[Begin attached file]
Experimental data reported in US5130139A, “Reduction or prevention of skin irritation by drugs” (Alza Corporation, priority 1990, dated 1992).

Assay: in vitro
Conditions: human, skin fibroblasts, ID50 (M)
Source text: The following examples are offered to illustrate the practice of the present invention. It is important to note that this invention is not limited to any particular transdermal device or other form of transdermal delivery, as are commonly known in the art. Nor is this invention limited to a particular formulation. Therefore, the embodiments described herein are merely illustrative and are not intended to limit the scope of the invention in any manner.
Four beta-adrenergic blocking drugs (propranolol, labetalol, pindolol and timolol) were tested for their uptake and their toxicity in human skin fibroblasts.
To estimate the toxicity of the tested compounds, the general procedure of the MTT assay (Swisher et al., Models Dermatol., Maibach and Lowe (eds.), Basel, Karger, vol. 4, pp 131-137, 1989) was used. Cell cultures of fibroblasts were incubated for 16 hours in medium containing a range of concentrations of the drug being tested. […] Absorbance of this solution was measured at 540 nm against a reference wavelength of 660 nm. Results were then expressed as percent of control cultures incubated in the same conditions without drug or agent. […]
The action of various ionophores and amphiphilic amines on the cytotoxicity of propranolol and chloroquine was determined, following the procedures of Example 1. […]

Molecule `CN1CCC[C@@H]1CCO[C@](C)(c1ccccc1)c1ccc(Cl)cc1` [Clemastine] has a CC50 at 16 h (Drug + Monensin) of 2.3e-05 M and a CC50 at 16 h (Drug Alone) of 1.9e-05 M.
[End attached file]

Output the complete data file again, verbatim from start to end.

Experimental data reported in US5130139A, “Reduction or prevention of skin irritation by drugs” (Alza Corporation, priority 1990, dated 1992).

Assay: in vitro
Conditions: human, skin fibroblasts, ID50 (M)
Source text: The following examples are offered to illustrate the practice of the present invention. It is important to note that this invention is not limited to any particular transdermal device or other form of transdermal delivery, as are commonly known in the art. Nor is this invention limited to a particular formulation. Therefore, the embodiments described herein are merely illustrative and are not intended to limit the scope of the invention in any manner.
Four beta-adrenergic blocking drugs (propranolol, labetalol, pindolol and timolol) were tested for their uptake and their toxicity in human skin fibroblasts.
To estimate the toxicity of the tested compounds, the general procedure of the MTT assay (Swisher et al., Models Dermatol., Maibach and Lowe (eds.), Basel, Karger, vol. 4, pp 131-137, 1989) was used. Cell cultures of fibroblasts were incubated for 16 hours in medium containing a range of concentrations of the drug being tested. […] Absorbance of this solution was measured at 540 nm against a reference wavelength of 660 nm. Results were then expressed as percent of control cultures incubated in the same conditions without drug or agent. […]
The action of various ionophores and amphiphilic amines on the cytotoxicity of propranolol and chloroquine was determined, following the procedures of Example 1. […]

Molecule `CN1CCC[C@@H]1CCO[C@](C)(c1ccccc1)c1ccc(Cl)cc1` [Clemastine] has a CC50 at 16 h (Drug + Monensin) of 2.3e-05 M and a CC50 at 16 h (Drug Alone) of 1.9e-05 M.